three thread wraps, then cut at an angle (/) then advance thread to
point of the hook (*not* barb); leave the wing pointed out over the hook
eye for the time being
3. Tie in extended body, length of hook
shank, with the head of the extended body resting against the butt of
the wing (\/).
4. Return thread to the first tie in wrap on the
vernille which should be directly above the hook point.
Sparsely dub thread, about 1 1/2 inches
6. With dubbed thread tie
in one Dun feather,* _size 14_*
7. Continue wrapping dubbed thread
forward, to one hook eye width behind the eye; as you bring your thread
forward, be sure to wrap several times directly in front of the wing, to
hold it up.
8. Tightly wrap hackle forward, using 7-11 wraps
behind the wing to the wing, and 1-3 wraps in front of the wing. Be
careful not to crowd the eye. When wrapping the hackle, be sure to
wiggle the feather so as not to trap any of the barbs under the wraps.
Wiggle side to side, right to left.
9. Secure the wrapped hackle
with a couple of tight thread wraps and clip remaining feather at this
10. Tie off with a whip finish (3-5 turns) or a couple of
half hitches, which ever you prefer. It is important not to trap any of
the barbs, if possible, and you might want to use a hackle guard to
acheive this goal.
11. If you use head cement on your dry flies,
apply a light coat now.
12. While the head cement is drying, pull
the wing up sharply and clip excess just a hair above the hackles. Now
is also a good time to check the vernille extended body for proper
length and simply clip any extra off, now.
13. Remove the fly from
the vice and turn it over. You will be looking directly at the eye and
hook point. Take your sharpest pair of scissors and place them at an
angle, high at the eye end, and low at the hook bend end. Cut a narrow V
shape. You may need to clip a little here and a little there, but what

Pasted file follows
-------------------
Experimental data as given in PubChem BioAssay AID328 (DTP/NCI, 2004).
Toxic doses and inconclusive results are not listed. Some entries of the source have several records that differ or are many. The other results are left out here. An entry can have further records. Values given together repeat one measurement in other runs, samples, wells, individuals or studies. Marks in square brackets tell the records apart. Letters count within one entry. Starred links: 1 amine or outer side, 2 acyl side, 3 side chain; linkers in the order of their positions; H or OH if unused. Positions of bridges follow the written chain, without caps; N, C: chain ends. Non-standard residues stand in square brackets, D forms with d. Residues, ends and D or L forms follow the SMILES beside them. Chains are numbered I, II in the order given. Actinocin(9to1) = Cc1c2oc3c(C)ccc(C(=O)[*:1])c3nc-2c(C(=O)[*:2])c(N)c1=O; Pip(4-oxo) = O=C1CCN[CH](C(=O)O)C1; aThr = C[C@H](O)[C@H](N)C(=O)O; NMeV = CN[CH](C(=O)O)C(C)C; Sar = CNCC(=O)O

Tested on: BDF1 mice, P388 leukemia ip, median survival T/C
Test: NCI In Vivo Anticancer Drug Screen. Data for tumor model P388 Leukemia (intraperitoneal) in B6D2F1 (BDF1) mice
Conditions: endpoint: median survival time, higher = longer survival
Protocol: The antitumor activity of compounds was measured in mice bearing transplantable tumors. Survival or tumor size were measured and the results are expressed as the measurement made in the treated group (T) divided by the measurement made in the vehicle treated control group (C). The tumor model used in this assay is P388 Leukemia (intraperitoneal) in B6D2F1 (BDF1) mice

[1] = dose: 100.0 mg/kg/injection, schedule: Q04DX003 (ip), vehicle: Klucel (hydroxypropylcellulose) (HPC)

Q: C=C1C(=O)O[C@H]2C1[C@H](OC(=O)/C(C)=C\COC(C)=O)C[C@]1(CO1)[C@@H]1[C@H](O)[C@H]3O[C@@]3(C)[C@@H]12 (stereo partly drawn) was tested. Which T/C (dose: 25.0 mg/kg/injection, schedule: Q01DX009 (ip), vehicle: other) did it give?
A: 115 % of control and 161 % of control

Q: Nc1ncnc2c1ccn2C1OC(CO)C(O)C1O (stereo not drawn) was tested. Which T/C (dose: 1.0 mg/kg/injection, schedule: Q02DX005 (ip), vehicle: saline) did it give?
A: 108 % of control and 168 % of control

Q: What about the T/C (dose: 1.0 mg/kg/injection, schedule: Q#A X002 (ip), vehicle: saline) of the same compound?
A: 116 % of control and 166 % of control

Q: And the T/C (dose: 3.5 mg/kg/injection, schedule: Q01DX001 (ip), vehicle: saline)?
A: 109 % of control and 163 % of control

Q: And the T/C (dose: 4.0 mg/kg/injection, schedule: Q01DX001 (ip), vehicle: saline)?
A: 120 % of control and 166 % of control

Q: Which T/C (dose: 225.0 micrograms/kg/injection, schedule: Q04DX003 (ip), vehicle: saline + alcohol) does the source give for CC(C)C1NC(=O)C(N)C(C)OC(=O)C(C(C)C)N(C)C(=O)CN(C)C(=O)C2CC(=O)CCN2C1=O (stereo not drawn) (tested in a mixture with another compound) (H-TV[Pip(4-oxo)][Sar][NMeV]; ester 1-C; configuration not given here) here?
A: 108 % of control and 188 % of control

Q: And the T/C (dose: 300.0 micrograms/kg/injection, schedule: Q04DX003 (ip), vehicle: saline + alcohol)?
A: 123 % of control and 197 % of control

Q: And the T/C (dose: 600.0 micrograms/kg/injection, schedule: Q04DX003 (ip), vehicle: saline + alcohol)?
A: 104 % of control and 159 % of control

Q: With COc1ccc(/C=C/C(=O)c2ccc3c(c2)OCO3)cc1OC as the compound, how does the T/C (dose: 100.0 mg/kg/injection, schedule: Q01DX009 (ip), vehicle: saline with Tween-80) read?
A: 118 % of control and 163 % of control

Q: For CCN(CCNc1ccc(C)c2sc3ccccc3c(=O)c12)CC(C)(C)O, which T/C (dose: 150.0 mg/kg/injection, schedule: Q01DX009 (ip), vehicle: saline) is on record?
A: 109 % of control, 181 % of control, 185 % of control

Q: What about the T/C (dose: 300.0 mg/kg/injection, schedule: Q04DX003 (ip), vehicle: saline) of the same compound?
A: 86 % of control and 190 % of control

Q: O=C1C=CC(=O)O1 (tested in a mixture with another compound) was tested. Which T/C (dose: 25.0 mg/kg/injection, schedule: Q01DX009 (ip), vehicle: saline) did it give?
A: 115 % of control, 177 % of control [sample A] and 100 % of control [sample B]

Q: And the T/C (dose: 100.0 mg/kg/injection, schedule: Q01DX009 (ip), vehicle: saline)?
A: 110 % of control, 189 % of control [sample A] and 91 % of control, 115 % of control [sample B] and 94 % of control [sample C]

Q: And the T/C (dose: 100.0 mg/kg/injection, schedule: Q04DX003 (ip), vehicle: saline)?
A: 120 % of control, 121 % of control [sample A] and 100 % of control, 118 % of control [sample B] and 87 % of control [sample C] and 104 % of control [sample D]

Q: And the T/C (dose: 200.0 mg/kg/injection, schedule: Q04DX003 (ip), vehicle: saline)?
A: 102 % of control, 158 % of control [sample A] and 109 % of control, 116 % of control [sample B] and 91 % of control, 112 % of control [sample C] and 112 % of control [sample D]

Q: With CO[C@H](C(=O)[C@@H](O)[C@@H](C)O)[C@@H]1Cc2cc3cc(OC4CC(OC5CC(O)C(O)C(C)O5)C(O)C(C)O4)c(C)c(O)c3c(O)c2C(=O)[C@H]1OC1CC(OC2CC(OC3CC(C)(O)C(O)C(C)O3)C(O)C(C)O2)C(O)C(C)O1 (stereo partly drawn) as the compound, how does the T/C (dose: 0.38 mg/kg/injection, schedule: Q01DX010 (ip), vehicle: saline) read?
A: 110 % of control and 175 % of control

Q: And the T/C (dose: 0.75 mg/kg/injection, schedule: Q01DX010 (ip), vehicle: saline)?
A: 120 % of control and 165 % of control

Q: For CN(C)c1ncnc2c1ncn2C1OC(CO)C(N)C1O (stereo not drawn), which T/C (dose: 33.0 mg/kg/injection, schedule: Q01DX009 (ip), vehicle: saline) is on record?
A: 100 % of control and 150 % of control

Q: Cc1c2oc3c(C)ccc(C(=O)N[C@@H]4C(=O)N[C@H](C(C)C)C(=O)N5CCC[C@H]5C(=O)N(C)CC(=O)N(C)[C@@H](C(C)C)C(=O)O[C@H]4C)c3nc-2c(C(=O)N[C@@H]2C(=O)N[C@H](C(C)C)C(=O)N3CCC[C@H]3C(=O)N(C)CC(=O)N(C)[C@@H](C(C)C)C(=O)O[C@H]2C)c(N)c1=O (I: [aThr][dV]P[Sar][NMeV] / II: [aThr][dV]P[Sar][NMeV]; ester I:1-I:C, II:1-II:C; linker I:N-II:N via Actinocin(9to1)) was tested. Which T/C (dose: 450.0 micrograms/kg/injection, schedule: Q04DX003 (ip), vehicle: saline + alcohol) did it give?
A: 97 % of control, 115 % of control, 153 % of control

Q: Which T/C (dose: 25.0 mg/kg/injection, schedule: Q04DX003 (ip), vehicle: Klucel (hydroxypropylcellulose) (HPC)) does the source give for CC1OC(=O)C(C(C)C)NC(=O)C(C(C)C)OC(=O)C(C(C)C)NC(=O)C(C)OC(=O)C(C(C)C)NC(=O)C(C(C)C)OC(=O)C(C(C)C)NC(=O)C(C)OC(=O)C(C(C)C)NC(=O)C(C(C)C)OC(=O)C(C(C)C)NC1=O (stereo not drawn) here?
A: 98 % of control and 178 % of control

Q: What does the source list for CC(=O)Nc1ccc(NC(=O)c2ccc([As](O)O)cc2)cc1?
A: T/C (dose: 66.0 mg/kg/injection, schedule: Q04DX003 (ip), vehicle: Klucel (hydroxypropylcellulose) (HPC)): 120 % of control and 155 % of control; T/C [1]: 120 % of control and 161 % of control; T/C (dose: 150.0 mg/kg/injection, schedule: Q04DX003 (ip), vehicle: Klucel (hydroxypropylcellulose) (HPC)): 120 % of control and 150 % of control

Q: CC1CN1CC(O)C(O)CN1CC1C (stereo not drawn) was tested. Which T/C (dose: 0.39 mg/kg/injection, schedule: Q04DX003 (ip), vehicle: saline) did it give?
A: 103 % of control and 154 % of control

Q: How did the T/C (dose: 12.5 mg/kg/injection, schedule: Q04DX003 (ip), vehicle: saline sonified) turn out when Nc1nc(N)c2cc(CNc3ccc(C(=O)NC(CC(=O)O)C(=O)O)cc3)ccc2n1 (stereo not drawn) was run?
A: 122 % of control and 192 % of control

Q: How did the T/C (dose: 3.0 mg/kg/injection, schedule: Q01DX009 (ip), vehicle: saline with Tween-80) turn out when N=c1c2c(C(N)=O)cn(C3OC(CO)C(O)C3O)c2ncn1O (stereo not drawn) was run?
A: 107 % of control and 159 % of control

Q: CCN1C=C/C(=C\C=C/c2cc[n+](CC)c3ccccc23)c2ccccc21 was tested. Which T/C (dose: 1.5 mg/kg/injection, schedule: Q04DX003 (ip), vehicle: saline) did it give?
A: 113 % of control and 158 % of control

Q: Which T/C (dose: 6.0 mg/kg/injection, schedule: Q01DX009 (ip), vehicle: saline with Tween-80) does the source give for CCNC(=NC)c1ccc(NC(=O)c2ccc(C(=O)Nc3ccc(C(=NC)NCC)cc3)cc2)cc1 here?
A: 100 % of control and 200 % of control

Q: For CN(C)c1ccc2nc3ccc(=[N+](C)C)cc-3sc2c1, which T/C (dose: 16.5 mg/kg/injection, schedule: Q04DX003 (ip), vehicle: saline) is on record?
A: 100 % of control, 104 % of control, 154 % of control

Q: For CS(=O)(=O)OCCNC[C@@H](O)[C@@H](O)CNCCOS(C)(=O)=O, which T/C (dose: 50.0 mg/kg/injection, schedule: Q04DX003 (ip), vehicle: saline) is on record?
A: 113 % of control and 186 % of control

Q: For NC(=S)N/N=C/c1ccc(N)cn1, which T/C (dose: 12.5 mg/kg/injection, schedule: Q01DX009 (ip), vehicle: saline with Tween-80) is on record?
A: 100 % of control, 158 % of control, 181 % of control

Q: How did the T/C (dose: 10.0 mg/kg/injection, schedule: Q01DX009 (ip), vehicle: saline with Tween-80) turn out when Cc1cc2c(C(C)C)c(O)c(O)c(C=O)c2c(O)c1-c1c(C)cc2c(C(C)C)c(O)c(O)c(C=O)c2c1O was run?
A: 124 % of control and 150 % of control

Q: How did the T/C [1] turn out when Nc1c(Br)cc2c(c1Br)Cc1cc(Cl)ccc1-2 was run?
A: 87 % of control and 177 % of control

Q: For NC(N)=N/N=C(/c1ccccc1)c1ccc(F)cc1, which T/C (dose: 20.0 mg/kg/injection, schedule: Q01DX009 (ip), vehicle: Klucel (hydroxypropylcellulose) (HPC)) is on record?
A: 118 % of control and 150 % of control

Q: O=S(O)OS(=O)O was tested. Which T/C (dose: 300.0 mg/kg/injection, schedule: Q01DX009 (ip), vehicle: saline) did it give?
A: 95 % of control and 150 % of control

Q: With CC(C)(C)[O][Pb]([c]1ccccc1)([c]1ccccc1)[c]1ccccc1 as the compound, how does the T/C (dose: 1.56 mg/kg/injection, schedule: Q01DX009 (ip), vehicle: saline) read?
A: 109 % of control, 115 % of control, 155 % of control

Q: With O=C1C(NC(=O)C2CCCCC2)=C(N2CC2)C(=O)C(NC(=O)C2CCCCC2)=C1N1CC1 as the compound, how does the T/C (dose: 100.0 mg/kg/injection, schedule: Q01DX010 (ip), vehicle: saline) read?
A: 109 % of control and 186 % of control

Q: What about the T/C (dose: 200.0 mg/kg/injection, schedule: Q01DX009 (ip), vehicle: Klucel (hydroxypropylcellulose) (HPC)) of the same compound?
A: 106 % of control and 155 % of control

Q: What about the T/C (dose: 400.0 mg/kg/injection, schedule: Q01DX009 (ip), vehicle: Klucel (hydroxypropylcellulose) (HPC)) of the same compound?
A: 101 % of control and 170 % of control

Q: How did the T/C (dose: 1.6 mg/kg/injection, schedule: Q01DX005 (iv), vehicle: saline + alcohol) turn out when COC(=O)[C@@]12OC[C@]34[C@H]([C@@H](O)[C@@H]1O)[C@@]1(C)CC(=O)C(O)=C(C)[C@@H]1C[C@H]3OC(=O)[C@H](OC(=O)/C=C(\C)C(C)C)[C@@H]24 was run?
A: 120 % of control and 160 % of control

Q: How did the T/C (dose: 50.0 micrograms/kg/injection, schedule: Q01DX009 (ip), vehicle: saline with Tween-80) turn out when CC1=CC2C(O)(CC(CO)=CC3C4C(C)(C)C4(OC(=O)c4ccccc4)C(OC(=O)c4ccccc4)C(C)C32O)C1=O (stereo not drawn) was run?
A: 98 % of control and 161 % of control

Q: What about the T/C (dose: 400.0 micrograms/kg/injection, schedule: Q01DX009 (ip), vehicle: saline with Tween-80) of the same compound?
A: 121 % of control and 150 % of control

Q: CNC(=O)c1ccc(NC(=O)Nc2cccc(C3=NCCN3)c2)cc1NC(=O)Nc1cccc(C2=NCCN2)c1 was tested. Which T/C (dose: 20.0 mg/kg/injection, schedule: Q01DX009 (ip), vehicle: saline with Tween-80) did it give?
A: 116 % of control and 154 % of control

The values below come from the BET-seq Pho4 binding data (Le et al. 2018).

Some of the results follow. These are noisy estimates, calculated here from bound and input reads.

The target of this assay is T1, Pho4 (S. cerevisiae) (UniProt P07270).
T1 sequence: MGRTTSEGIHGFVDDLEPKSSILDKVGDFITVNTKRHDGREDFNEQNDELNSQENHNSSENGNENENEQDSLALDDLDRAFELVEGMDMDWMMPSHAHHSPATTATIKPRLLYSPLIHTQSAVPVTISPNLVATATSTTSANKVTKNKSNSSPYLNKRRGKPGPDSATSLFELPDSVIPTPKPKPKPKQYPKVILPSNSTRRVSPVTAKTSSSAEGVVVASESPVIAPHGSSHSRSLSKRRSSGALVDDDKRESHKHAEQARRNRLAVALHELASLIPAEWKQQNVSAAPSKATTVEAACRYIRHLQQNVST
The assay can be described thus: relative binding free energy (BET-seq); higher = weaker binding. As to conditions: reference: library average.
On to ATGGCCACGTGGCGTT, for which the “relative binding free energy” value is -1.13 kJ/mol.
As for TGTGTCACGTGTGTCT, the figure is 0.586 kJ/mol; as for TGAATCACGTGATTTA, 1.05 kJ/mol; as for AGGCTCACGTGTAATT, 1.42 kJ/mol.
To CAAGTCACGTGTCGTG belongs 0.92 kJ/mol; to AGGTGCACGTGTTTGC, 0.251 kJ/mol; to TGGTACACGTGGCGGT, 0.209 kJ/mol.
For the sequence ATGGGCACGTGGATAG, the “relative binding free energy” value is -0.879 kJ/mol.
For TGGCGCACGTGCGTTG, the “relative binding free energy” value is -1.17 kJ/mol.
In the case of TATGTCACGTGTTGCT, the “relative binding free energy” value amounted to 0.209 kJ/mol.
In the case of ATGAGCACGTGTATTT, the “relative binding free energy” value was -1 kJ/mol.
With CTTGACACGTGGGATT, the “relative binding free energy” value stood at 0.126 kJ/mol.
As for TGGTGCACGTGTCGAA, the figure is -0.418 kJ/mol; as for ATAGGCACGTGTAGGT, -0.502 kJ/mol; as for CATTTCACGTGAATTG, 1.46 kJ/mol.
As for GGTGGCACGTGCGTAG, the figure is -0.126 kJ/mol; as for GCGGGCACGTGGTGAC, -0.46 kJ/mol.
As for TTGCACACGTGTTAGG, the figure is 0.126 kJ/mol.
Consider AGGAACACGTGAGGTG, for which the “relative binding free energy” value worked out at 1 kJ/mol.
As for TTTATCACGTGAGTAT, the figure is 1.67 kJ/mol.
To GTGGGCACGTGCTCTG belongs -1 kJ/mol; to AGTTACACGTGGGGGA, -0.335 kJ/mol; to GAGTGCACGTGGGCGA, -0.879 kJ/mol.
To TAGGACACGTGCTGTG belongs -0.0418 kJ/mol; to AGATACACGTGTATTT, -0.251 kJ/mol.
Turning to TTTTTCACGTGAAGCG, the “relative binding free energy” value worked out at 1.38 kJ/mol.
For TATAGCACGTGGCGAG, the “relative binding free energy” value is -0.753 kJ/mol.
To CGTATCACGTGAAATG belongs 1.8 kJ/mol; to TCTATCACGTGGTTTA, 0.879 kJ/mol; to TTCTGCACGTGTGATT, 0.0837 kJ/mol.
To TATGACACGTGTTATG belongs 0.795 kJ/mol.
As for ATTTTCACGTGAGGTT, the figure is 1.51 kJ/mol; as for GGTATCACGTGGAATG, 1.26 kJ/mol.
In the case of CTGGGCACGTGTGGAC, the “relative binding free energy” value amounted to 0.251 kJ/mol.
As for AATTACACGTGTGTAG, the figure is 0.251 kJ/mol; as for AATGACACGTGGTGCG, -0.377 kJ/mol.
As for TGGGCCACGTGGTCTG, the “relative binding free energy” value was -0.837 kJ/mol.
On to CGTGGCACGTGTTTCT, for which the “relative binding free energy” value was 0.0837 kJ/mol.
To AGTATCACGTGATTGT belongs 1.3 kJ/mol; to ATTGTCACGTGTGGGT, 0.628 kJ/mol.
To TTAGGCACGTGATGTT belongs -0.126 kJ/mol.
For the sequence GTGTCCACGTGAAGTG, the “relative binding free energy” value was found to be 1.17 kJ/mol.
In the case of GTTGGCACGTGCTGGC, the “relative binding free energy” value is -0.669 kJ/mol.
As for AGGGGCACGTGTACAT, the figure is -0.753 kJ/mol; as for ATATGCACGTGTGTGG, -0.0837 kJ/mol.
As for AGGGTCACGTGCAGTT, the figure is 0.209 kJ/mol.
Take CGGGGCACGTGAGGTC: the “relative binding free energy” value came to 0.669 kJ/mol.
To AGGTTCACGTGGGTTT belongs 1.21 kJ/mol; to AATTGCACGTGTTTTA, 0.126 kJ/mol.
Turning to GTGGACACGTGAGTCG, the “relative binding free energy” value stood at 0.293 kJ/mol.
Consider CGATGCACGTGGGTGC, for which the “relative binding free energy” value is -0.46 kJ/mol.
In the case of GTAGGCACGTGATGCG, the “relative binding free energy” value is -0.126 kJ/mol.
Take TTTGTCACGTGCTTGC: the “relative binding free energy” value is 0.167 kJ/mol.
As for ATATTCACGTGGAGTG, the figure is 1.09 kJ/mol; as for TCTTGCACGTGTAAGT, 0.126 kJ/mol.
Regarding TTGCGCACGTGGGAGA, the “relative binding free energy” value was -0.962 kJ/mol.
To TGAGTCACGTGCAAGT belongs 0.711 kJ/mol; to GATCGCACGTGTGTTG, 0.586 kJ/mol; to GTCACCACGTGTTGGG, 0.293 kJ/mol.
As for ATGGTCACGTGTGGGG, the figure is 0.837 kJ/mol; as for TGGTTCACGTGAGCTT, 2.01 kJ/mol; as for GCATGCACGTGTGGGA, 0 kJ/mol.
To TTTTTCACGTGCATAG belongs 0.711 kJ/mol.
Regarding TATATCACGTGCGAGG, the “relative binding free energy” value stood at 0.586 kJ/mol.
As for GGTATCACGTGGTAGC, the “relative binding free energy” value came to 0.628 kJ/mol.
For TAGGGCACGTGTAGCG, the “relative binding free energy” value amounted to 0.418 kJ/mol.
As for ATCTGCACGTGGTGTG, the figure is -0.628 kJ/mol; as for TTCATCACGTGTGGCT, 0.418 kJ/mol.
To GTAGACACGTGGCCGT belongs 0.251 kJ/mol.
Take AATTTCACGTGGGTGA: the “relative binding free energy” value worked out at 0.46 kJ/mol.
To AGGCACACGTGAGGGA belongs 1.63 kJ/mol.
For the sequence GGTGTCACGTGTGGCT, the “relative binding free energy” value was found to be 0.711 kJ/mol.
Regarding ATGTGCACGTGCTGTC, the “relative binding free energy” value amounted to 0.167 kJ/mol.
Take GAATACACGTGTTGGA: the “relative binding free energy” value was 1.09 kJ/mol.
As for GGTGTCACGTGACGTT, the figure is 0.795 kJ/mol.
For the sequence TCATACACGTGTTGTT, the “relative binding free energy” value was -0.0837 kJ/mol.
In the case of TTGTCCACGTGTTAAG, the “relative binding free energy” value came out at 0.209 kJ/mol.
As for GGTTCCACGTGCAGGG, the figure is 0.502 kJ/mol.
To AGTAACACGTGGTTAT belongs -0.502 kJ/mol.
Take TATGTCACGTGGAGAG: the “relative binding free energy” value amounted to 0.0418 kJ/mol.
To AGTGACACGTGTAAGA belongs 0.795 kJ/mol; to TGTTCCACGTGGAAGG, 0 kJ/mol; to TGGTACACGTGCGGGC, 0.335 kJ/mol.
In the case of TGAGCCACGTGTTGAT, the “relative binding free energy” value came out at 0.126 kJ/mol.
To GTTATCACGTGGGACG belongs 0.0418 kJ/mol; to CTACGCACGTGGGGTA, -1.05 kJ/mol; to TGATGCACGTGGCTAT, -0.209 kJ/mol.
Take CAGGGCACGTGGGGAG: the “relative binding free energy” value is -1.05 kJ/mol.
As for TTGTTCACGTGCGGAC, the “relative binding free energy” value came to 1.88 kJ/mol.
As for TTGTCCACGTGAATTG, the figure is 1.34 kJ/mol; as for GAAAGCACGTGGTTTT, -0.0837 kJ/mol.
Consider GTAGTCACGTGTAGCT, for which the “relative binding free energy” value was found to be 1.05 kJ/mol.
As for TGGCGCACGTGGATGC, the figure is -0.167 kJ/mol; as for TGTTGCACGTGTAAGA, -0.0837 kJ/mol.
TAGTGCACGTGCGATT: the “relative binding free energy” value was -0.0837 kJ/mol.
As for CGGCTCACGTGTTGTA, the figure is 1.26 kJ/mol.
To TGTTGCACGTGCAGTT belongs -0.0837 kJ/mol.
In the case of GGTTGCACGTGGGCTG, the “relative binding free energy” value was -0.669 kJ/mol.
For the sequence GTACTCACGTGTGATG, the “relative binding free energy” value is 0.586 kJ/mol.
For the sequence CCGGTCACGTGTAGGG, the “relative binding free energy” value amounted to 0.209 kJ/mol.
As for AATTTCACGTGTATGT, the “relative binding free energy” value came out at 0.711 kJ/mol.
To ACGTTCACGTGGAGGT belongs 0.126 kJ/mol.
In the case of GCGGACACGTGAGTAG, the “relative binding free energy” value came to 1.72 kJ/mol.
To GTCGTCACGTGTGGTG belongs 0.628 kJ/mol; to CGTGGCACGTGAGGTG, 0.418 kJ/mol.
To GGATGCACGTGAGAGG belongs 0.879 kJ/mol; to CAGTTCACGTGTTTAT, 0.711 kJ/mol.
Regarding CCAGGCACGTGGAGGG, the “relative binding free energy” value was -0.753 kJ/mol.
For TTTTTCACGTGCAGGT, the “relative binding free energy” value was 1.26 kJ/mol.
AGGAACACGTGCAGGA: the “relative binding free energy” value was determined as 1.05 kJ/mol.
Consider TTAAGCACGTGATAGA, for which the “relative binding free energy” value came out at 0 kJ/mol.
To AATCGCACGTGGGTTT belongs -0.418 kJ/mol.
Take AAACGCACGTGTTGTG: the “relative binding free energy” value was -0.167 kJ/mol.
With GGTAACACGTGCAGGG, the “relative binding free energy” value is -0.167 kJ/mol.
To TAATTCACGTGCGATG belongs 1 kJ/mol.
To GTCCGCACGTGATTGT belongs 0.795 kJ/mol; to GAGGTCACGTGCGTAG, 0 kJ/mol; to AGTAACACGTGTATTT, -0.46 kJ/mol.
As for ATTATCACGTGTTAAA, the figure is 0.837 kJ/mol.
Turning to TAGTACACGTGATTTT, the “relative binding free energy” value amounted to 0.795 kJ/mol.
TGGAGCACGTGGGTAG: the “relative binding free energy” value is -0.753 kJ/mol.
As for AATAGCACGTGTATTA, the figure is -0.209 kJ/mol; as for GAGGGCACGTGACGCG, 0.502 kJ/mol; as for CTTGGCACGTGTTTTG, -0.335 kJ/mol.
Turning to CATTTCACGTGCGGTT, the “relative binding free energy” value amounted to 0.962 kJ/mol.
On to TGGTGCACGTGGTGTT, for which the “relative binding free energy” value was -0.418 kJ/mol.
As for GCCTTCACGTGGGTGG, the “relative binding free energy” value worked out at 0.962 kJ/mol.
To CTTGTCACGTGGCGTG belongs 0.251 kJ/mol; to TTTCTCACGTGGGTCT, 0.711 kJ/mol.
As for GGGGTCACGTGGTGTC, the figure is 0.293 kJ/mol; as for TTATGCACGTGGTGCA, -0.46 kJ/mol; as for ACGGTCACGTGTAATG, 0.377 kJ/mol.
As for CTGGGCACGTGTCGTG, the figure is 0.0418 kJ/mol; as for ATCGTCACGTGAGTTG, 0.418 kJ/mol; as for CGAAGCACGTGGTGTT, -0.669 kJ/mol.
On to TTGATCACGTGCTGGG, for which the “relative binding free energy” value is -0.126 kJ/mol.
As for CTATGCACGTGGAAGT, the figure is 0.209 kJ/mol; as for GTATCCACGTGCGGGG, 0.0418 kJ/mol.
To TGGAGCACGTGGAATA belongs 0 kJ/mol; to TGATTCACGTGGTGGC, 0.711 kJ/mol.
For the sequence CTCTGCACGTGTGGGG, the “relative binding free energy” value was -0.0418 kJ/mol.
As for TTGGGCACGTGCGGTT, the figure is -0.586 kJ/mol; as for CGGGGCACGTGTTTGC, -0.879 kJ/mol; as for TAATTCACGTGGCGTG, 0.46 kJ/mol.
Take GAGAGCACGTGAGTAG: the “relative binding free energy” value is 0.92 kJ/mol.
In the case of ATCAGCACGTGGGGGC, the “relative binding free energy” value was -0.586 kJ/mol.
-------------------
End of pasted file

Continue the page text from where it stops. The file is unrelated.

you are attempting to acheive is a clear V so that when you turn the fly
over and place it on the table top, it will sit perkly upright and even
from side to side.
14. This fly should float high and long, but if
you want to make doubly sure, you can pop it in a Hydrophobic solution
and then let it dry long enough and then fish it as you would any Gray
Drake. Best of luck! &->
I did not invent this extended body fly, but one of the young men
at the Caddis Fly Angling Shop in Eugene Oregon did. His name is Ethan.
Tied by Hans Weilenmann (Amsterdam Netherlands)
My first trip to Montana took place in July/August 1982. In
preparation for this trip I read up on all the hatch-charts and other
information I could lay my hands on. I then compiled all the required
patterns and commenced tying them. (I was naive and more gullible
then...) I literally tied up hundreds of flies. Dries, wets, nymphs and
emergers in sizes ranging from #10 4XL through to #28. Unfortunately,
very few of the anticipated hatches actually materialized. Apart from
one rather spectacular Yellow Sally egg-laying session on Rock Creek,
where an imitation (with a deer hair bullet-head, extended body made
from twisted yellow poly yarn and a trimmed grizzly hackle wing tied
flat) triggered explosive rises, it was caddis all the way. Not a mayfly